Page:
What are Geely’s plans for Volvo? Which cars will be built? Where and when? How many? Who will run the show? Where is the money coming from? These are just some of the questions government regulators want to know before they put their stamp of approval under the deal. We are not just talking Chinese regulators. European regulators need to give their nod also. For that, they need Geely’s plans. Some of them were leaked. Some of the leakage is quite explosive.
In March 2010, Geely signed a much publicized deal with Ford to take over their Volvo unit for $1.8 billion. The deal hasn’t closed yet. Volvo is still being operated by Ford. The deal needs approval in Brussels and in Beijing, and money needs to change hands. Both has not happened yet.
However, Geely has prepared a 5 year plan “to make the Volvo brand one of the successful and profitable luxury car brands in China’s auto market,” says Gasgoo. Here are the most salient point, according to the “person familiar with the matter.”
- Geely’s Li Shufu expects that Volvo is profitable in two years.
- By 2015, Volvo wants to sell 150,000 units in China alone.
- Geely will expand the Volvo line-up with more Volvo vehicles to increase the Volvo sedan sales in China.
- In Q3/2010, the Volvo XC60 will be produced in China
- The Volvo S60 sedan will start production in China in Q2/2011
- Chinese production of the Volvo S40 sedan will be halted the same person revealed.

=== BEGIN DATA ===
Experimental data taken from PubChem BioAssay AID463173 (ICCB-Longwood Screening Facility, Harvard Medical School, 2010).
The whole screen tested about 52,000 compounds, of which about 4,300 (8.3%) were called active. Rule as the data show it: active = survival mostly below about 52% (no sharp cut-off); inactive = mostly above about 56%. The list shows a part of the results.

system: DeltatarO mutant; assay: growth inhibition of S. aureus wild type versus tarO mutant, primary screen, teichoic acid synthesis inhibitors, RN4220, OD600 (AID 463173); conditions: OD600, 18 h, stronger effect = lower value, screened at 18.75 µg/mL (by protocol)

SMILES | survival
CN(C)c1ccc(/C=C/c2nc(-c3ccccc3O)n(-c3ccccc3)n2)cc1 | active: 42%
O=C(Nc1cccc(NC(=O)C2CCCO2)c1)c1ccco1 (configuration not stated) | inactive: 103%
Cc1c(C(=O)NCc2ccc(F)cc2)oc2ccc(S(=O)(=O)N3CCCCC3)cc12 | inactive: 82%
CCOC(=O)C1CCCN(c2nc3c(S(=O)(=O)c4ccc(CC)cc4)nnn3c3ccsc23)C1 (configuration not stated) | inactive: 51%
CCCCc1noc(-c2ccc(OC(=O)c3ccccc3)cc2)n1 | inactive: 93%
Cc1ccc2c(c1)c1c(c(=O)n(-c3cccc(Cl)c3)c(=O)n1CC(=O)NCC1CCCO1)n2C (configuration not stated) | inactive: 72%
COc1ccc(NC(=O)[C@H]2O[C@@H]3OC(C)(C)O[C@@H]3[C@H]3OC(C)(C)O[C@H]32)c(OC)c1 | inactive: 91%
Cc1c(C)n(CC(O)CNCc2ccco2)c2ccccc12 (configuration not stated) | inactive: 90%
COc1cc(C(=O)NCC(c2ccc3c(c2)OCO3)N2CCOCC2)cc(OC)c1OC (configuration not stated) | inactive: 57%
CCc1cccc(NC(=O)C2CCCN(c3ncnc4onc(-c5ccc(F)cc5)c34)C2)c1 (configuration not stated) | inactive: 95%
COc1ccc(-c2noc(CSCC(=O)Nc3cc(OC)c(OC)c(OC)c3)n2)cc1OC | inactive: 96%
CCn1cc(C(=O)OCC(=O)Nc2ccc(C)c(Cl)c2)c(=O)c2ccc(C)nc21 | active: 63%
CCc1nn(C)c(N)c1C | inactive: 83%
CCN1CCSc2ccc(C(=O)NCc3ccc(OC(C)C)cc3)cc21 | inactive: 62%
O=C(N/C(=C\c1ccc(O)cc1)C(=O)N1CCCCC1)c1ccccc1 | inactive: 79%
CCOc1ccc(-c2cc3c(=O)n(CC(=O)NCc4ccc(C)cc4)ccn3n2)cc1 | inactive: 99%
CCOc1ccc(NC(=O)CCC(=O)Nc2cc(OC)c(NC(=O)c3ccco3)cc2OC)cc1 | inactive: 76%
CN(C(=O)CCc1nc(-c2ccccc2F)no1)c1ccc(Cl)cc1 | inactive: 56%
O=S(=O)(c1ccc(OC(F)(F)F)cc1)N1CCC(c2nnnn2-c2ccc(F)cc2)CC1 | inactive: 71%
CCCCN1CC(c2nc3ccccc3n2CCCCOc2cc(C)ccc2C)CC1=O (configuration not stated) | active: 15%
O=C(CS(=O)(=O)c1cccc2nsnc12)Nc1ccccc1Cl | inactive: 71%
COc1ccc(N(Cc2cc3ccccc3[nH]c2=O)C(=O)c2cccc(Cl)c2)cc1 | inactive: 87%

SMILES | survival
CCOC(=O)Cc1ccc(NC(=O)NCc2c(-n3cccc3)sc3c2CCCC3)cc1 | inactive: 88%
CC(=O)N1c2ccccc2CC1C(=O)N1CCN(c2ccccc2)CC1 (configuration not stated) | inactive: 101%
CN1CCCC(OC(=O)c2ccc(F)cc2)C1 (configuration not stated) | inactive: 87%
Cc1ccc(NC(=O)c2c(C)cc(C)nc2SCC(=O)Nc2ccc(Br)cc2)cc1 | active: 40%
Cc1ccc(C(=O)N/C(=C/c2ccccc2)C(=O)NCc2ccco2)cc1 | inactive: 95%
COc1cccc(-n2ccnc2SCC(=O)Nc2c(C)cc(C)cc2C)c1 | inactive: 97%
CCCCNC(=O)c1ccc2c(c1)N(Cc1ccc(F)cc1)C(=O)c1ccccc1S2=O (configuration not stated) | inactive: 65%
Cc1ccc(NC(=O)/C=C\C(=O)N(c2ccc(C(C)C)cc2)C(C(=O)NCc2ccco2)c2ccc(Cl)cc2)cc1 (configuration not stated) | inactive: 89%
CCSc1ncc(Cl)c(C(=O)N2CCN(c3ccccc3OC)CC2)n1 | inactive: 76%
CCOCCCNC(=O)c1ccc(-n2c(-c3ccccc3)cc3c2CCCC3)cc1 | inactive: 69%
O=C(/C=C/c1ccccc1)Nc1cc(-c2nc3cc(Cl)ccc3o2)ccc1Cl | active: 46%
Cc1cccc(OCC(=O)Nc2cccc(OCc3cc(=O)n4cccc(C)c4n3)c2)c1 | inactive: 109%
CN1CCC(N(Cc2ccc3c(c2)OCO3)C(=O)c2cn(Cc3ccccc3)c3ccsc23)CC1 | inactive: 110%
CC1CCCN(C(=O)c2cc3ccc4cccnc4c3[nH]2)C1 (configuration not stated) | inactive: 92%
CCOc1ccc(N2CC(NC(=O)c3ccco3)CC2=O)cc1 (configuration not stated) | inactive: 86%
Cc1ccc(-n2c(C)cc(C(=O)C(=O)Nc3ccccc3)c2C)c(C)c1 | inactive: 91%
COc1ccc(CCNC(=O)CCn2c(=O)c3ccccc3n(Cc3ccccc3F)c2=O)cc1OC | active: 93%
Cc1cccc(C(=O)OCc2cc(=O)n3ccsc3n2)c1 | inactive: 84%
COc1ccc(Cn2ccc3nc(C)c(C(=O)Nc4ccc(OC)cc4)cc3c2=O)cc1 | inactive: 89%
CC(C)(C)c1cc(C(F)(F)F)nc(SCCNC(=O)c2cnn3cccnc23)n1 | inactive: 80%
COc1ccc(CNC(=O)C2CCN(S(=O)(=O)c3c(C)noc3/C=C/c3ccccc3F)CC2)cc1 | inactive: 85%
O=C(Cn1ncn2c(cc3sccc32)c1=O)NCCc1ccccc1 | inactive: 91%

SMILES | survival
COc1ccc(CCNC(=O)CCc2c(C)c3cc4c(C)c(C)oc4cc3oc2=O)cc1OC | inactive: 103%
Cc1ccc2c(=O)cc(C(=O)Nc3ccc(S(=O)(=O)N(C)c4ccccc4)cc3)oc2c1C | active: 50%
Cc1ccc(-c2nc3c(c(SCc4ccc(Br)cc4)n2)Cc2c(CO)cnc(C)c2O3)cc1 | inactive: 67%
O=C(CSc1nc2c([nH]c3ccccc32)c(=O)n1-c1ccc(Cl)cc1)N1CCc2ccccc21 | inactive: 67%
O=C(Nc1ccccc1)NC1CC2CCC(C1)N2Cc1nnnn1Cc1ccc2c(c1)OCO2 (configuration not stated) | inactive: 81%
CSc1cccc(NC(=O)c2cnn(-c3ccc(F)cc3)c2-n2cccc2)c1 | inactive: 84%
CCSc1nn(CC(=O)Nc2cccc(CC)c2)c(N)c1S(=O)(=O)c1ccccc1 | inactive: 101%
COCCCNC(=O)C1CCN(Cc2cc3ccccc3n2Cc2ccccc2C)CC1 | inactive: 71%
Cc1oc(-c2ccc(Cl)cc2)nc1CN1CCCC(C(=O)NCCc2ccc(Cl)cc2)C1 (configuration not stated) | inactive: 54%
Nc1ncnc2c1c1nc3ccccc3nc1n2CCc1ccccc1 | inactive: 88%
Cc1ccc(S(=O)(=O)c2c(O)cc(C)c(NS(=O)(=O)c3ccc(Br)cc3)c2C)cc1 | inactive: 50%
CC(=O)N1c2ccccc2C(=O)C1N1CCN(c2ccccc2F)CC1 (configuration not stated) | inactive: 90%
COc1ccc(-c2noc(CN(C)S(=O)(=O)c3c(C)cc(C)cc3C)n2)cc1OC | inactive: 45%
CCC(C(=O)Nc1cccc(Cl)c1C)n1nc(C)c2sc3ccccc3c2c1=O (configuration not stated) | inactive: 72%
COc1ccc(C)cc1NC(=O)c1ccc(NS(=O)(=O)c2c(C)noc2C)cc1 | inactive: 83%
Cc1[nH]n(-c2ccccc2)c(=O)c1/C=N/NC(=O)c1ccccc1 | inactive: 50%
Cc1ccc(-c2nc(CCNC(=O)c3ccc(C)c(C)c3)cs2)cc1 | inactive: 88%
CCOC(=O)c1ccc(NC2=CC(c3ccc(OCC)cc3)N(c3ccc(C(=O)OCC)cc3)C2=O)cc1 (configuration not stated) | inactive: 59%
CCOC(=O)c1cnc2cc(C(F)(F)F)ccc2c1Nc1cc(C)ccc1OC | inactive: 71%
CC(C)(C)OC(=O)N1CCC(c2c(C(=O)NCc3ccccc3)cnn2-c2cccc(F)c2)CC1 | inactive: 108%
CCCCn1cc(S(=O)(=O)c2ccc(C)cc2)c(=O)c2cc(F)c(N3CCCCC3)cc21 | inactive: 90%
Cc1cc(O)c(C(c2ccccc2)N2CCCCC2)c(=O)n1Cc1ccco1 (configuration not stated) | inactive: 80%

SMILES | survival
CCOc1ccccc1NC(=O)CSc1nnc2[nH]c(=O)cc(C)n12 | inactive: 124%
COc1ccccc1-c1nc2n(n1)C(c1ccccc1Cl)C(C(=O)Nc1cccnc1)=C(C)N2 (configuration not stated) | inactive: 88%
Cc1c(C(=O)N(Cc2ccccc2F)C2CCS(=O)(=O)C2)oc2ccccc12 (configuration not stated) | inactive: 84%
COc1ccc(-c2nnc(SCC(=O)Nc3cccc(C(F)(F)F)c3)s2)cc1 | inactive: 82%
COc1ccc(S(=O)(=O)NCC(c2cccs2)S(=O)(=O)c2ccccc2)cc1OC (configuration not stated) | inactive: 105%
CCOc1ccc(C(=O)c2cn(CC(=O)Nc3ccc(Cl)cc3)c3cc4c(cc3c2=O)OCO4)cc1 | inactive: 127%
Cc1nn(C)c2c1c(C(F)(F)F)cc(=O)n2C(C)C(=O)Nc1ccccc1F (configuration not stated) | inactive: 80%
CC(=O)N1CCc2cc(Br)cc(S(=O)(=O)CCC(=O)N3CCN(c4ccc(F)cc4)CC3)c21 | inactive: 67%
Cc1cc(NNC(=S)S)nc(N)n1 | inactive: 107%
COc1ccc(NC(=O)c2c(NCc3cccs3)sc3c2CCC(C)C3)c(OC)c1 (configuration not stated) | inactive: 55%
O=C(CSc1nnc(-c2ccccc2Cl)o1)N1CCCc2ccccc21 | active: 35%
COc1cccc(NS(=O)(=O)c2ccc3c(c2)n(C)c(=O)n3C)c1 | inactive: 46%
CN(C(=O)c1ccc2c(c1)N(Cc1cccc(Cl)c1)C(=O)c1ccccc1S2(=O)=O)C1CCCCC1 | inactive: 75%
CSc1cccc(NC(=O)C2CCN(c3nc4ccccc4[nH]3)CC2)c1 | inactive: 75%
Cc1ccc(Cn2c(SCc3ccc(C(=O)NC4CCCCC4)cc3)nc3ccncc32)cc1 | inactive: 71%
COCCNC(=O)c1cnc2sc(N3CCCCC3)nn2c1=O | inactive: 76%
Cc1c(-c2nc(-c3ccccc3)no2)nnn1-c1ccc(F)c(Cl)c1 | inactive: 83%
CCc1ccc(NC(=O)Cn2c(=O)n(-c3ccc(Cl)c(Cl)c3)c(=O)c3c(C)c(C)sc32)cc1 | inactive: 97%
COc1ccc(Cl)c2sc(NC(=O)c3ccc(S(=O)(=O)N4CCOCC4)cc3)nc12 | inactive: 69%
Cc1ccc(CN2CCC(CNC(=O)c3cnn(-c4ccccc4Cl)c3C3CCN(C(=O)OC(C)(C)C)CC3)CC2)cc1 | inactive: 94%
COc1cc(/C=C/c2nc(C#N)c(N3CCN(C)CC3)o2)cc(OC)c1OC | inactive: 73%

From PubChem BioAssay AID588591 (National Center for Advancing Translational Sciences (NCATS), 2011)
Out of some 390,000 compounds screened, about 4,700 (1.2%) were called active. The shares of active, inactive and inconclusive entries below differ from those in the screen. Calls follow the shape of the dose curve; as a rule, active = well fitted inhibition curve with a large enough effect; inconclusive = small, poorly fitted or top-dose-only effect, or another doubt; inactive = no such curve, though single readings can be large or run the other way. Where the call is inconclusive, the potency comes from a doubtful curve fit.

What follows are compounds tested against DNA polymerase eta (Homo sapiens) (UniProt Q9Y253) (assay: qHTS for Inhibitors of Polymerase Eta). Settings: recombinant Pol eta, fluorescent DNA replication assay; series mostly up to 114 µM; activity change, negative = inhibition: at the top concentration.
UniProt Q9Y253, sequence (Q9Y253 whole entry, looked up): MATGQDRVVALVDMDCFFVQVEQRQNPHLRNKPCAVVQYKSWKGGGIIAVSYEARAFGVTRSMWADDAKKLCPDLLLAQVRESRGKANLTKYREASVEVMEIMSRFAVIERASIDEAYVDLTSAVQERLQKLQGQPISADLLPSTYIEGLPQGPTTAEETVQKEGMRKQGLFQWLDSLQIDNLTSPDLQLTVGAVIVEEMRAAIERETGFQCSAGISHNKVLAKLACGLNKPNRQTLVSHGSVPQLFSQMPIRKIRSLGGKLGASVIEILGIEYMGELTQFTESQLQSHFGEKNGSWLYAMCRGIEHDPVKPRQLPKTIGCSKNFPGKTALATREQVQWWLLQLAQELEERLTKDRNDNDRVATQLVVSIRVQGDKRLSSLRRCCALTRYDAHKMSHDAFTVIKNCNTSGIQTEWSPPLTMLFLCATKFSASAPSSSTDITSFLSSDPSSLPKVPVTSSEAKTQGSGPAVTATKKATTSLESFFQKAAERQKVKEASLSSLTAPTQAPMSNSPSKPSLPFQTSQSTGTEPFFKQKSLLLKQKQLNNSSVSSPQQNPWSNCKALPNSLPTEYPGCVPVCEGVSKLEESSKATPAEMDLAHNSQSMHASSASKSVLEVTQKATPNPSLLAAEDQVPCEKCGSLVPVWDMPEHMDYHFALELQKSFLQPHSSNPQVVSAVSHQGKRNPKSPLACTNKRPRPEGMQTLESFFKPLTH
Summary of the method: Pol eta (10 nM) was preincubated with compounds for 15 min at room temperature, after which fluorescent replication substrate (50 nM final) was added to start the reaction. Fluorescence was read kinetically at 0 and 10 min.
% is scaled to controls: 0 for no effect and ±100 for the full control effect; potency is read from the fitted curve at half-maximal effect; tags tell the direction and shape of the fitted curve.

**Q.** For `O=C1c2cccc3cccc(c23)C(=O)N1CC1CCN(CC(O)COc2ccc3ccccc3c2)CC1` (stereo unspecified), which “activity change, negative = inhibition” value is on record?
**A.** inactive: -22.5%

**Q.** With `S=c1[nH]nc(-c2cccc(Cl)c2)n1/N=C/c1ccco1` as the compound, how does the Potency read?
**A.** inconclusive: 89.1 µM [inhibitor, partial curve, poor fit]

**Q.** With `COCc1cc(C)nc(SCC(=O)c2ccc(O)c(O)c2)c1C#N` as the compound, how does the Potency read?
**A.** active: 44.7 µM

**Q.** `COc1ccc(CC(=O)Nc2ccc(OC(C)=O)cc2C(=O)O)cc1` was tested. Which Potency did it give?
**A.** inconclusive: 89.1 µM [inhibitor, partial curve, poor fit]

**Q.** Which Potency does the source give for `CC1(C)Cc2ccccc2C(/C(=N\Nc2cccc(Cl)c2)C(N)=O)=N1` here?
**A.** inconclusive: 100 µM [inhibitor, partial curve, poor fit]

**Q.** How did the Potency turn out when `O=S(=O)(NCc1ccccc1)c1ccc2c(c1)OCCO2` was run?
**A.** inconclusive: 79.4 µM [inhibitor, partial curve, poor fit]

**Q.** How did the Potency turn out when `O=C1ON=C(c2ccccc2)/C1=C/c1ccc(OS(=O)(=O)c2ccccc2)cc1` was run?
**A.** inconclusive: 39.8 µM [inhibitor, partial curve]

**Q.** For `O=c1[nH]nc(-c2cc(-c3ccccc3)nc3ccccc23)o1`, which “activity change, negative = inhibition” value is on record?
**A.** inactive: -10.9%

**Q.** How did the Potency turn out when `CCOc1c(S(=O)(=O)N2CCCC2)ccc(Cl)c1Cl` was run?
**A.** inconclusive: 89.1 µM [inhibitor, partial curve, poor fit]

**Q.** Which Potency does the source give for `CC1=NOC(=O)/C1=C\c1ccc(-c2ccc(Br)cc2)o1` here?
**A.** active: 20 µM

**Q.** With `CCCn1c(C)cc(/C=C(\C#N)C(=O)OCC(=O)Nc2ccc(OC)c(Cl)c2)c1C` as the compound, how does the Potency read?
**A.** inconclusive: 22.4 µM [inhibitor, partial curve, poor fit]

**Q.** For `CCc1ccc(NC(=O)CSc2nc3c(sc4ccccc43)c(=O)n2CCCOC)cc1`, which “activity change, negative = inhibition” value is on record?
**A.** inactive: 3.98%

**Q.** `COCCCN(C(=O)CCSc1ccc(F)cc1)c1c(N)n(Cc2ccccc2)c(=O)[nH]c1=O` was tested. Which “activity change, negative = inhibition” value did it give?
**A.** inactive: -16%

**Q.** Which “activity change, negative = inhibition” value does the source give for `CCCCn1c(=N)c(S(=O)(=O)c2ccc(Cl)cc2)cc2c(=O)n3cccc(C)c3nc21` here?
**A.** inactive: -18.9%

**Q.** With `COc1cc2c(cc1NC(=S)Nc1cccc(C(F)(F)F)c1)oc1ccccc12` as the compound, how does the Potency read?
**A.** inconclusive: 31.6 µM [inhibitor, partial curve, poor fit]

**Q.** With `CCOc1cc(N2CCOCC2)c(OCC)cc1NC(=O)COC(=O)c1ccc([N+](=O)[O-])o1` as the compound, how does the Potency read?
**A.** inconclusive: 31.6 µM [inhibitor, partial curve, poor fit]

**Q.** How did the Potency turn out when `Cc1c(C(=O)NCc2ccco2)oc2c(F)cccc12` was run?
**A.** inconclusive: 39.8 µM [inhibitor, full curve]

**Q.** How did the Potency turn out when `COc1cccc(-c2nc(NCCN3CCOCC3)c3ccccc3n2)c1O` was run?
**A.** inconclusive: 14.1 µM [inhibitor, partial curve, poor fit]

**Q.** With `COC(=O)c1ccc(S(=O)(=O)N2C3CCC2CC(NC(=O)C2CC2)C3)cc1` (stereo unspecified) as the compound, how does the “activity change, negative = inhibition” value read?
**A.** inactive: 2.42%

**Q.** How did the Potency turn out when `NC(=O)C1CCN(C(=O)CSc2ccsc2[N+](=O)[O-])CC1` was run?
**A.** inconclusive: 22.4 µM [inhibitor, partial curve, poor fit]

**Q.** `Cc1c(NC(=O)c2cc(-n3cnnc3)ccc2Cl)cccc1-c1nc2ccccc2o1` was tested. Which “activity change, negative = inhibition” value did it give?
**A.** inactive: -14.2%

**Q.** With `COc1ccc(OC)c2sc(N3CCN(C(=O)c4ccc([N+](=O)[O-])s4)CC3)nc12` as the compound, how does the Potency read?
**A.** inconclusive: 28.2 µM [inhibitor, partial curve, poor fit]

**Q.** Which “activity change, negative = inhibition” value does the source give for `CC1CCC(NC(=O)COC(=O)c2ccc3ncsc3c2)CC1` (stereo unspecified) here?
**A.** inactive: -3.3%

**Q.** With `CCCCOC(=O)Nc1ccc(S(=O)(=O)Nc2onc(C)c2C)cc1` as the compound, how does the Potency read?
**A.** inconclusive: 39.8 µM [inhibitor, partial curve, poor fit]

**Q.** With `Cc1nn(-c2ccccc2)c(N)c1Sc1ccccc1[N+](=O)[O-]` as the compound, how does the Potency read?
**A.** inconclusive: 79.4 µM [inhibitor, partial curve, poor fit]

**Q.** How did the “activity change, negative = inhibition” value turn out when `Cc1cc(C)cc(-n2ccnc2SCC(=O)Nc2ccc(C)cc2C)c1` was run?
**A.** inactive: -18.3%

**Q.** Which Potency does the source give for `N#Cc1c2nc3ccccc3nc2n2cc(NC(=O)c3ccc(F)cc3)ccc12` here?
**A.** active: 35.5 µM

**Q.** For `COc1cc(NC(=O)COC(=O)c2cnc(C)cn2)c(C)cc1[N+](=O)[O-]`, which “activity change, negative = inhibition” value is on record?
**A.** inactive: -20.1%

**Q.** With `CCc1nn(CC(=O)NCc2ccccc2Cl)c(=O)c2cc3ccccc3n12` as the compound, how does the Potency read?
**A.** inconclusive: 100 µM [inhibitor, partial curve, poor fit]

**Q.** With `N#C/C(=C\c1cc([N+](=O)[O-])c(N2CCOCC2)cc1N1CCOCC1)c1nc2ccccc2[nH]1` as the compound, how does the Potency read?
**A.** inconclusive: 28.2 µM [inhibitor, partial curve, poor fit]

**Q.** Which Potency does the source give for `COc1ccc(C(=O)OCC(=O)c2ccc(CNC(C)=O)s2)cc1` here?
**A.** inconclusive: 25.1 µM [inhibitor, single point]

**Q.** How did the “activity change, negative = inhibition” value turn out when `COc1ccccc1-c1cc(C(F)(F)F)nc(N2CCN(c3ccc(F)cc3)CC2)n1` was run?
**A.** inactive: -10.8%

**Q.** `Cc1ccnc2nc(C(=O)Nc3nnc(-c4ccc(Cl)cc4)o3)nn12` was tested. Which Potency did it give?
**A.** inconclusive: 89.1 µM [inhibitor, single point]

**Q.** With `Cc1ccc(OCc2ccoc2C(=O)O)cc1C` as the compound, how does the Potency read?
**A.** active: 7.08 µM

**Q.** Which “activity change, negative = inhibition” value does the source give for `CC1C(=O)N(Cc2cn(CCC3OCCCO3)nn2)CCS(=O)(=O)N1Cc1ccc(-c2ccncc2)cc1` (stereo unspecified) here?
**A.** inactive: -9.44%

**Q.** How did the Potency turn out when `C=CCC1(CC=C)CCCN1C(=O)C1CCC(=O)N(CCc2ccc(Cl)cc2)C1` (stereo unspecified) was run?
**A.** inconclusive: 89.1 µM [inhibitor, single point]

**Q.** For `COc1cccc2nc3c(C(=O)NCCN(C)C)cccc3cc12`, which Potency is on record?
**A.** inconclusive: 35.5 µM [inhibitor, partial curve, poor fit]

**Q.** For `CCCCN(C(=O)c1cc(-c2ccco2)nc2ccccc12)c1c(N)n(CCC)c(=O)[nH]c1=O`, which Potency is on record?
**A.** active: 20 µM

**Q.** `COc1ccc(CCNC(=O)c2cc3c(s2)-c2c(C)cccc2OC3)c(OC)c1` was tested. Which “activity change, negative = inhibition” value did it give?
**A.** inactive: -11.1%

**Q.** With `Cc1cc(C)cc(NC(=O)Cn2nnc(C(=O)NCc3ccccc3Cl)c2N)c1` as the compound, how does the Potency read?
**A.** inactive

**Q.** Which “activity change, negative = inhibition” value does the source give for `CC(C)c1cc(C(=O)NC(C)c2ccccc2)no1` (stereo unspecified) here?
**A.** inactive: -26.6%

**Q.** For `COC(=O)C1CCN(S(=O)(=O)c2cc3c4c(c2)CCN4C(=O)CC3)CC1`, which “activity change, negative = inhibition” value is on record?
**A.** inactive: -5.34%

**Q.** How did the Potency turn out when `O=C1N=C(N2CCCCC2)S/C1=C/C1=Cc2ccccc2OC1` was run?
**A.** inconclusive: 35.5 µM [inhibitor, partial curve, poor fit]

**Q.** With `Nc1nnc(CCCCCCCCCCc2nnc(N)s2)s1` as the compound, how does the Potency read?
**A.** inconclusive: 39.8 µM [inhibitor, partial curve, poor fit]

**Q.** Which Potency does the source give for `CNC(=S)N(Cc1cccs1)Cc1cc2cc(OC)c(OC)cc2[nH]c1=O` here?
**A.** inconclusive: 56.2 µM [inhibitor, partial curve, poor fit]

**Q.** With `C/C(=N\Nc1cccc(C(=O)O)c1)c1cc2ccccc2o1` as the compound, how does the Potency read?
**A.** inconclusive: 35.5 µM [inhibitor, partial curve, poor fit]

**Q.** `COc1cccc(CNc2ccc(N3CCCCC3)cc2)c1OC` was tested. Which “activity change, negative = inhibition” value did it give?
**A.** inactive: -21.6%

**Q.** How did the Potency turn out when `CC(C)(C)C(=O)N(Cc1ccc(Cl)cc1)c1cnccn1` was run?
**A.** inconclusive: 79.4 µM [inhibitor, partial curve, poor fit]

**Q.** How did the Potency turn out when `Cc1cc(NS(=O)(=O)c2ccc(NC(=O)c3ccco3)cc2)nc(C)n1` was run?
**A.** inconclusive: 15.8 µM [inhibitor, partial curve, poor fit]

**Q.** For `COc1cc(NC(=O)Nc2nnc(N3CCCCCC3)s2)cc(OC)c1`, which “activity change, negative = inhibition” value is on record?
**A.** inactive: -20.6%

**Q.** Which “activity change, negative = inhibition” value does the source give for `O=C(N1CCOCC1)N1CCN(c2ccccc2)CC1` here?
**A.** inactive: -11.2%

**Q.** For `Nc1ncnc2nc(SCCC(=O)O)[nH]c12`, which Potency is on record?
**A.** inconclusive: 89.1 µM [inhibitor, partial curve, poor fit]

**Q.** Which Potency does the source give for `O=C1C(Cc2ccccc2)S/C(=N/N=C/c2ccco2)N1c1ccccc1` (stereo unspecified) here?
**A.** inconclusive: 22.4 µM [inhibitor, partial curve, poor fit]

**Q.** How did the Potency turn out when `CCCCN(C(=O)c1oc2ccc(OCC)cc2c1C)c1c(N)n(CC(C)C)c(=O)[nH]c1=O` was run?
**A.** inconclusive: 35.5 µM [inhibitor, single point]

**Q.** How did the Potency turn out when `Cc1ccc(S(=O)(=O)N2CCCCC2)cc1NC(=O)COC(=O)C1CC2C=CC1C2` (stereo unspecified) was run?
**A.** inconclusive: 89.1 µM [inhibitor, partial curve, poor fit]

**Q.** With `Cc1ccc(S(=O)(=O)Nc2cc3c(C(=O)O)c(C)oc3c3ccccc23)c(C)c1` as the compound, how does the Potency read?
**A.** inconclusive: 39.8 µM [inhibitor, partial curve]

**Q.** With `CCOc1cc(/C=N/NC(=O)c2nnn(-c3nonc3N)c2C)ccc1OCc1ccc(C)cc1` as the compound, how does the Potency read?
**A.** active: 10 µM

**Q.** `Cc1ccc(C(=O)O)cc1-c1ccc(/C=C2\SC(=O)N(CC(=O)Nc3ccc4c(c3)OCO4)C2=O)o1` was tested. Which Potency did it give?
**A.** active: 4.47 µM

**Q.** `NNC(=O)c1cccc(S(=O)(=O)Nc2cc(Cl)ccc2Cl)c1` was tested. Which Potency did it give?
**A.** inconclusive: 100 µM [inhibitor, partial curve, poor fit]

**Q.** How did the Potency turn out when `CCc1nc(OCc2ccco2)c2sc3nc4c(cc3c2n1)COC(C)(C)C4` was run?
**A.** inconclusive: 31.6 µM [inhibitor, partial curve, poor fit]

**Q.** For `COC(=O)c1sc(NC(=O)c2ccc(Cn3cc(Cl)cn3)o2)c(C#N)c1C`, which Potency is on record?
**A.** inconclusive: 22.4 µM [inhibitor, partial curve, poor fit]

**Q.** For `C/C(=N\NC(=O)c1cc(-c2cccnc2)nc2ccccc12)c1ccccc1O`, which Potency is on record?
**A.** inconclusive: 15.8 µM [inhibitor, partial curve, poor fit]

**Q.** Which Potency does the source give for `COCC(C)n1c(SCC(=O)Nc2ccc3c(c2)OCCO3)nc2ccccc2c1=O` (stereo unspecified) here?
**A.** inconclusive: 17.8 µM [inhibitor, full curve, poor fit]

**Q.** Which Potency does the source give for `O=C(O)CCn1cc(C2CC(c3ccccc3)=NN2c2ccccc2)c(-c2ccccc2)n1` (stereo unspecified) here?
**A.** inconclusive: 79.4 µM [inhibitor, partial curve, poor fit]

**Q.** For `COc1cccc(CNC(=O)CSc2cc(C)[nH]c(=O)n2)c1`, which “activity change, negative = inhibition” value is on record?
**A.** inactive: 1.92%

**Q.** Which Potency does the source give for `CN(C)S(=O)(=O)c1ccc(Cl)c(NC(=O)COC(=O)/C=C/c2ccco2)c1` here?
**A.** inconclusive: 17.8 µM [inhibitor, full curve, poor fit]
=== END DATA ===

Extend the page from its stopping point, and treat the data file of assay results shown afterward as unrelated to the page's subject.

- The future site for the Chinese Volvo plant has not been chosen. Beijing, Ningbo, Chengdu and Shanghai compete.
As far as the future location goes, there is a new development. Reuters reports that the Chinese regional asset manager Daqing State Asset Operation Co. will be taking a minority position in the new Volvo company. The exact size of the stake taken by Daqing and financing issues will not be unveiled until the deal is closed, said Anders Fogel, Swedish spokesman for Geely. Geely will remain Volvo’s controlling shareholder. Daqing is based in the Heilongjiang Province, in China’s old Manchuria rust belt, near Harbin. Officially, it remains open whether the investment comes with the proviso that the Volvos will be built in the area. Inofficially, it’s unlikely that a small town in an inhospitable corner of China drops serious money on Volvo just to invest their money.
The city of Daqing is brand new, it was founded in 1959 to house workers extracting oil and gas from the Daqing oilfield, and is home to approximately 3 million people. A village by Chinese standards. A few months ago, it got its own airport. However, Daqing comes highly recommended. “Learn from Daqing in industry” was a slogan by Mao Zedong.
If Volvo moves to Daqing, Swedish Volvo personnel should feel quite at home. The winters in the province that shares a border with Siberia can be more brutal than in Sweden.
And who will lead the brand? It will be someone who is familiar with Europe, America, and China: According to the Frankfurter Allgemeine Zeitung, Geely lured Stefan Jacoby away from his job as President of Volkswagen of America. Jacoby had been Controller at Volkswagen Audi Nippon KK in Japan. From 1997 to 2001, he was responsible board member for Asia-Pacific at Volkswagen. After stint as head of Mitsubishi Europe, he returned to Volkswagen and was made CEO of the VWoA in 2007. Geely could hardly find someone more qualified and with more knowledge of markets and plans. The FAZ must have the information from someone intimately familiar with the matter. They already know that the Daqing group will take 37 percent of Volvo.